Francois, can you post photos of the bottles? It would be great to see them.

Drinking really old wines can be so magical, and a learning experience as well. Thanks for your notes.
John Danza

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Re: # 1840 Tokaji and # 1770 Madeira created one of the best ever emotions

#8 Post by Sh@n A » October 30th, 2019, 11:45 am

Thank you
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Re: # 1840 Tokaji and # 1770 Madeira created one of the best ever emotions

#9 Post by Karl K » October 30th, 2019, 2:14 pm

Well done!
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Re: # 1840 Tokaji and # 1770 Madeira created one of the best ever emotions

#10 Post by Dave English » October 30th, 2019, 2:52 pm

John Danza wrote:
October 30th, 2019, 11:24 am
Francois, can you post photos of the bottles? It would be great to see them.

Drinking really old wines can be so magical, and a learning experience as well. Thanks for your notes.
He did but the forum might be taking issue with some ssl aspects of where the pictures are hosted. Can you see these ones?

20191029_160328.jpg
20191029_115454.jpg
20191029_160640.jpg
20191029_160640.jpg (35.24 KiB) Viewed 650 times
Last edited by Dave English on October 31st, 2019, 1:16 am, edited 1 time in total.

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Re: # 1840 Tokaji and # 1770 Madeira created one of the best ever emotions

#11 Post by Jason T » October 30th, 2019, 3:45 pm

I am an eternal optimist but realistically I’ll never be able to try anything like this. Thank you for taking the time to share your experience, François. The way in which you write gives me at least a glimpse of what it would be like to enjoy these; it certainly shines a light on your passion.
J@son Tr@ughber

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François Audouze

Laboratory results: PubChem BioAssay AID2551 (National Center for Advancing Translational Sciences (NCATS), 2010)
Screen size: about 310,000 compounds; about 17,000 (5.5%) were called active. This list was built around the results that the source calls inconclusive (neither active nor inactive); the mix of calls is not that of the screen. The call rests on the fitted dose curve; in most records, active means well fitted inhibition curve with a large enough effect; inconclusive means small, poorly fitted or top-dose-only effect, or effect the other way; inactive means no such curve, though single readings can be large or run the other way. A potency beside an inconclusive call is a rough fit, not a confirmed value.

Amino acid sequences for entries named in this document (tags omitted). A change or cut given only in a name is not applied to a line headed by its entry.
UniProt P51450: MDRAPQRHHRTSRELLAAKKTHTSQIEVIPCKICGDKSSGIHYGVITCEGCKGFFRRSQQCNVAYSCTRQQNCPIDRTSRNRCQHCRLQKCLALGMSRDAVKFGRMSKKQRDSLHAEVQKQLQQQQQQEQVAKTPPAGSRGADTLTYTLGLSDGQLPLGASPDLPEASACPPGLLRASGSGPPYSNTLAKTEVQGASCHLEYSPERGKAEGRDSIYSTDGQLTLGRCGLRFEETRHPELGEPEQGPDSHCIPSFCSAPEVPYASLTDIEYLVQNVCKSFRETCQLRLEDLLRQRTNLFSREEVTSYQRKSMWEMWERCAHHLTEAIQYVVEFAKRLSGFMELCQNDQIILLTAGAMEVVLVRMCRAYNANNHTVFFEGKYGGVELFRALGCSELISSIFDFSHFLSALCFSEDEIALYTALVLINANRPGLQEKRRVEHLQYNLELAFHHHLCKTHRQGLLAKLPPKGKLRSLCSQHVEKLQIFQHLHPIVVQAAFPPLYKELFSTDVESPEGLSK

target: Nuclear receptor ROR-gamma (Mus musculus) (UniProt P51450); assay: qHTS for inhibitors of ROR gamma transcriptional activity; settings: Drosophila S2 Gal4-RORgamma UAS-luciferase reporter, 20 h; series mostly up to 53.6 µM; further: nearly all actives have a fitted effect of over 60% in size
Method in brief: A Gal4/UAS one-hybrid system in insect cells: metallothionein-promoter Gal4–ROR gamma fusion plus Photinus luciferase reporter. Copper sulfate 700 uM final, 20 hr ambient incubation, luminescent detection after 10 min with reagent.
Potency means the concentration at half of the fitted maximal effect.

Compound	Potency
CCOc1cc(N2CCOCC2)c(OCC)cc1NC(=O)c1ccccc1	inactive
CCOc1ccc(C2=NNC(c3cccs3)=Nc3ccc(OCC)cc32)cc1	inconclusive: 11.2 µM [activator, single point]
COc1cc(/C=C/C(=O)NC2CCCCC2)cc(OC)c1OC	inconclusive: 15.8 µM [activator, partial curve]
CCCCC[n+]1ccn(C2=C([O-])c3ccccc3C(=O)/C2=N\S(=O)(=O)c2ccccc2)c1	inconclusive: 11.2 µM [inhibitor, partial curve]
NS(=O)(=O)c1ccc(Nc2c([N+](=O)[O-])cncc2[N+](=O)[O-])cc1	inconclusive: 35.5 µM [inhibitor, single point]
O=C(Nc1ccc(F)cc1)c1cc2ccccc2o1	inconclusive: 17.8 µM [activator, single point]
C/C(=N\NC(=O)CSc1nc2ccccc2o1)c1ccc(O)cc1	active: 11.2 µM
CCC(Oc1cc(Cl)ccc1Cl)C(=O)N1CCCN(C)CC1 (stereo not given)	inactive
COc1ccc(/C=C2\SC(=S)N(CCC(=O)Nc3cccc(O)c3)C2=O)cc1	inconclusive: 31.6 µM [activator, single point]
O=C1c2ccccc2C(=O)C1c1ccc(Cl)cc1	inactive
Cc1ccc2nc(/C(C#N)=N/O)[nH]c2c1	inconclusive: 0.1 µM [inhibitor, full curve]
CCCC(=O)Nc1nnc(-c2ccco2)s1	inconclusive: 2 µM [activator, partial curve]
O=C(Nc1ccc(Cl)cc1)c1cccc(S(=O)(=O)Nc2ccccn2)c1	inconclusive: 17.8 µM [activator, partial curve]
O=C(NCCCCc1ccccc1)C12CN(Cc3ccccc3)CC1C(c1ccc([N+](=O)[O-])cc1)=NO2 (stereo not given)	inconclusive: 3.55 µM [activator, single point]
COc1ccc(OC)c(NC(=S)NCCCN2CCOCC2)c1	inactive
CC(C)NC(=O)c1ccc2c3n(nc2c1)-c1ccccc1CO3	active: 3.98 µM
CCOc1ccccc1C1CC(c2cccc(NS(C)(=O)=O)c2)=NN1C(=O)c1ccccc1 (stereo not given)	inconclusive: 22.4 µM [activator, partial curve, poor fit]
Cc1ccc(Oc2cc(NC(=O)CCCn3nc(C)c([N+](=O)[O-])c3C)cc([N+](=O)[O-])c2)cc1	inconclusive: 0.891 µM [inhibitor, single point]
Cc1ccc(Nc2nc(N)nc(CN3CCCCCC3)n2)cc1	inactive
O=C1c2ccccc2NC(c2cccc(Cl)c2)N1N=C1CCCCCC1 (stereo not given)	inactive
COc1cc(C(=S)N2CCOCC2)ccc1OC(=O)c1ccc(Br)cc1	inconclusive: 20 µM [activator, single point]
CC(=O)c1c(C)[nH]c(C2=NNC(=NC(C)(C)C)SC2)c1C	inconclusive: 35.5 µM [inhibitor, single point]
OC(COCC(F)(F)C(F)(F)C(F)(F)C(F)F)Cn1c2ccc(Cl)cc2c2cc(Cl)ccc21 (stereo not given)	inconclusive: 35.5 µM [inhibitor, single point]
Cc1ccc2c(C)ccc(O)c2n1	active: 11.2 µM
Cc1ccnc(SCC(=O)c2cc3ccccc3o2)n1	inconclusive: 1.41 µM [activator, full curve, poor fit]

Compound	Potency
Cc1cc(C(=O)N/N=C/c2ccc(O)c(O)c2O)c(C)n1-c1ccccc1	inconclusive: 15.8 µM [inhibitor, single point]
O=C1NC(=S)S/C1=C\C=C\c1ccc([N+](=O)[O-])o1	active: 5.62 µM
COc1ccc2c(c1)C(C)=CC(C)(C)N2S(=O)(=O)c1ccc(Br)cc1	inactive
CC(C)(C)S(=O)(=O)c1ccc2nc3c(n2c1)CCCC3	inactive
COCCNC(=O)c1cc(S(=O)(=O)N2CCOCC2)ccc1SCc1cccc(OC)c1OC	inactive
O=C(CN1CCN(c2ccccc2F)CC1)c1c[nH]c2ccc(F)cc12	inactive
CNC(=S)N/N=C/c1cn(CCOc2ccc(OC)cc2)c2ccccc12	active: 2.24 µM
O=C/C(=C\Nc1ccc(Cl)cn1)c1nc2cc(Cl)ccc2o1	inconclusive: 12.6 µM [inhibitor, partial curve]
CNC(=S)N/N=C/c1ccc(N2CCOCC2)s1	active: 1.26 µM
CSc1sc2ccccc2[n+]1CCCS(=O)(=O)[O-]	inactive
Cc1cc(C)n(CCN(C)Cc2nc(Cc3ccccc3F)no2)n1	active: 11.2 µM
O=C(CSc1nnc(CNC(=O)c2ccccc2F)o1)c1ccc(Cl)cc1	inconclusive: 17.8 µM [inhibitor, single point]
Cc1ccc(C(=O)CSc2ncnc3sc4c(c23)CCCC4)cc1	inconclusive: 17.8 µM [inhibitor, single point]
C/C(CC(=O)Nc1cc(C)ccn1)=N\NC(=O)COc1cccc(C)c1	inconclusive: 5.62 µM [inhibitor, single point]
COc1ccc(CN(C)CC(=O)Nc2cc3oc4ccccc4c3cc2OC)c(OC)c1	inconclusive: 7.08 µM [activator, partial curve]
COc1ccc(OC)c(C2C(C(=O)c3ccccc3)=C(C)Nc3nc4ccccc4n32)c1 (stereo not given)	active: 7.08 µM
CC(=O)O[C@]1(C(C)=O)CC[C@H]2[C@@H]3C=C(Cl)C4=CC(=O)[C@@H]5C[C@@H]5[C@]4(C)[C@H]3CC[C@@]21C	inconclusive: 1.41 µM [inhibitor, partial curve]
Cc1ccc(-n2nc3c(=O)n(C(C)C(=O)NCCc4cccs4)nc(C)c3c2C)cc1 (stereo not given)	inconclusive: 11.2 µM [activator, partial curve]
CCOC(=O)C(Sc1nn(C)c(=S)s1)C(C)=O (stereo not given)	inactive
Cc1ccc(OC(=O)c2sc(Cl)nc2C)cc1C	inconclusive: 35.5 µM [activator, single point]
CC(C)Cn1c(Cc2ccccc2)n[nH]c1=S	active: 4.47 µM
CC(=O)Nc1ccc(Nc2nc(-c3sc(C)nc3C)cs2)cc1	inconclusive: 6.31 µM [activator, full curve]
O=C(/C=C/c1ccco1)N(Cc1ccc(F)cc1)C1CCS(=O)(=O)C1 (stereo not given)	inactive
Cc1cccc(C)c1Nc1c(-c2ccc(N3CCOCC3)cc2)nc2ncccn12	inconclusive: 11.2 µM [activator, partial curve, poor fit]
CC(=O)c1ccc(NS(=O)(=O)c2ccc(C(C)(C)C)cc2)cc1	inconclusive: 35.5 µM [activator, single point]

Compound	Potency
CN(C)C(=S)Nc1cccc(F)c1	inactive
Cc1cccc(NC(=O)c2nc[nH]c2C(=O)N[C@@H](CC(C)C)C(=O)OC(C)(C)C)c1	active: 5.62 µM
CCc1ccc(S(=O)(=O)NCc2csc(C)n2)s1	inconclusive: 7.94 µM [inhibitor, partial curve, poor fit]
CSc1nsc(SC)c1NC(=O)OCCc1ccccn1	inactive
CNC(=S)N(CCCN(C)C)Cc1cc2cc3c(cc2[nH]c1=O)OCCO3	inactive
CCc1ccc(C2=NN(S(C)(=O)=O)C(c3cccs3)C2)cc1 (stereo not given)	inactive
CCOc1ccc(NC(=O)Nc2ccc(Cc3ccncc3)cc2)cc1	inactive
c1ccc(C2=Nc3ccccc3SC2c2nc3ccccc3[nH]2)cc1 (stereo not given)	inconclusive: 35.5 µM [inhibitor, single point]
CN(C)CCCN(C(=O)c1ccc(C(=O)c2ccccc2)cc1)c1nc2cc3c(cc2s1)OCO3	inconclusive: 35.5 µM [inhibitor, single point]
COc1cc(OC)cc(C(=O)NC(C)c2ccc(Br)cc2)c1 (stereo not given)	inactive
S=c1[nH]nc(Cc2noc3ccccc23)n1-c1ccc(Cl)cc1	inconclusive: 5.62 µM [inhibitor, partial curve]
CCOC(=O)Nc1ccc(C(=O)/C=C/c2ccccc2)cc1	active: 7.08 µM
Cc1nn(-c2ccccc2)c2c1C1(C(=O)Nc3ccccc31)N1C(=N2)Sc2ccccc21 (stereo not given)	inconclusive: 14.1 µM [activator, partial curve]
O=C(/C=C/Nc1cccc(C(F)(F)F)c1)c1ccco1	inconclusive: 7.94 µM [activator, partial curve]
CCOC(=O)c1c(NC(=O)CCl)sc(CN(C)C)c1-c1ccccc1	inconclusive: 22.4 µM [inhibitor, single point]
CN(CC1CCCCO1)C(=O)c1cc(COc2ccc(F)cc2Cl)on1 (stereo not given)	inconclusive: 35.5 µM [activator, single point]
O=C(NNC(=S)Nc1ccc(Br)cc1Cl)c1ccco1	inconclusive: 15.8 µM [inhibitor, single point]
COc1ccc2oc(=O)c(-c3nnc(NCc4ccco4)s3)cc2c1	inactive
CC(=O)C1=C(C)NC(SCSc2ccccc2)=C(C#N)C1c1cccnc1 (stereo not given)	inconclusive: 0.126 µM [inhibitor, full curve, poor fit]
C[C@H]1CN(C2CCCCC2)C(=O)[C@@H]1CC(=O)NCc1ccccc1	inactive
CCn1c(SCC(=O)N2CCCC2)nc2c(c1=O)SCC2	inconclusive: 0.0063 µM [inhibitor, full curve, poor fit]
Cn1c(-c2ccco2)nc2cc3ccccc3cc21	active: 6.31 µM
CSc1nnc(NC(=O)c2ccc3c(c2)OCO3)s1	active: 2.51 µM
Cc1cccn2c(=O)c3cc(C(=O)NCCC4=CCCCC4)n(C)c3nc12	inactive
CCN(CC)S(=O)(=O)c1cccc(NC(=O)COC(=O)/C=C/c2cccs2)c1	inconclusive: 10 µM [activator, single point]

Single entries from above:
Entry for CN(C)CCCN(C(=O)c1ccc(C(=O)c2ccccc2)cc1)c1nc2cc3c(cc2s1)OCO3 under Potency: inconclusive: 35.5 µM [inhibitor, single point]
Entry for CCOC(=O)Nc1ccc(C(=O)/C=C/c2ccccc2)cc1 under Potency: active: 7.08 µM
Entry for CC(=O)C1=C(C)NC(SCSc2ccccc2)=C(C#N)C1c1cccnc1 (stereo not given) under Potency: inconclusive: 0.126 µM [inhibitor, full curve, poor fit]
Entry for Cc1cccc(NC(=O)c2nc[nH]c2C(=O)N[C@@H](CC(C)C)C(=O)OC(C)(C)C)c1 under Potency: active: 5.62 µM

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Re: # 1840 Tokaji and # 1770 Madeira created one of the best ever emotions

#12 Post by François Audouze » October 30th, 2019, 5:34 pm

Jason,
Thank you for this message.
Such sweet wines improve for ever.
I am sure that the bottle of 1770 Madeira would be even better in 200 years as I am convinced that the corks have attained a state of development which will not be altered.

Here is the cork of the 1770 Madeira (the wax parts belong to the Tokaji)

Image

the cork went into small pieces. In 2219, two centuries from now, it would be the same. (it is what I Believe)
Kind regards

François Audouze

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Re: # 1840 Tokaji and # 1770 Madeira created one of the best ever emotions

#13 Post by Bob Watt » October 30th, 2019, 6:58 pm

Truly AMAZING! Thank you for sharing Francois.
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Re: # 1840 Tokaji and # 1770 Madeira created one of the best ever emotions

#14 Post by Robert M yers » October 30th, 2019, 7:31 pm

Francois,
Was there anything notable from The 1770 Madeira that would differentiate it from say only a 100 year old Madeira besides the “romance”? (Which is admittedly awesome)

Almost None of us will get to try a 250 yr old wine, the question is should we leave our Madeira for so many generations due to vinous merits?

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Re: # 1840 Tokaji and # 1770 Madeira created one of the best ever emotions

#15 Post by John Danza » October 31st, 2019, 2:42 pm

Dave English wrote:
October 30th, 2019, 2:52 pm
John Danza wrote:
October 30th, 2019, 11:24 am
Francois, can you post photos of the bottles? It would be great to see them.

Drinking really old wines can be so magical, and a learning experience as well. Thanks for your notes.
He did but the forum might be taking issue with some ssl aspects of where the pictures are hosted. Can you see these ones?


20191029_160328.jpg


20191029_115454.jpg


20191029_160640.jpg
Yes, thanks!!
John Danza

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Re: # 1840 Tokaji and # 1770 Madeira created one of the best ever emotions

#16 Post by J. Rock » October 31st, 2019, 4:30 pm

You've really piqued my interest in incredibly old wines. In your experience, about how often would you say that sweet or fortified wines from the 19th century are still good or enjoyable?
J o r d a n

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Re: # 1840 Tokaji and # 1770 Madeira created one of the best ever emotions

#17 Post by François Audouze » November 1st, 2019, 3:55 pm

I would like to answer to some questions.

Concerning the “romance”, I cannot say that there is none, but I have drunk 467 wines which had 100 years or more when I drank them and it helps me to say when I find bad a wine that I drink, and good when it is good for me.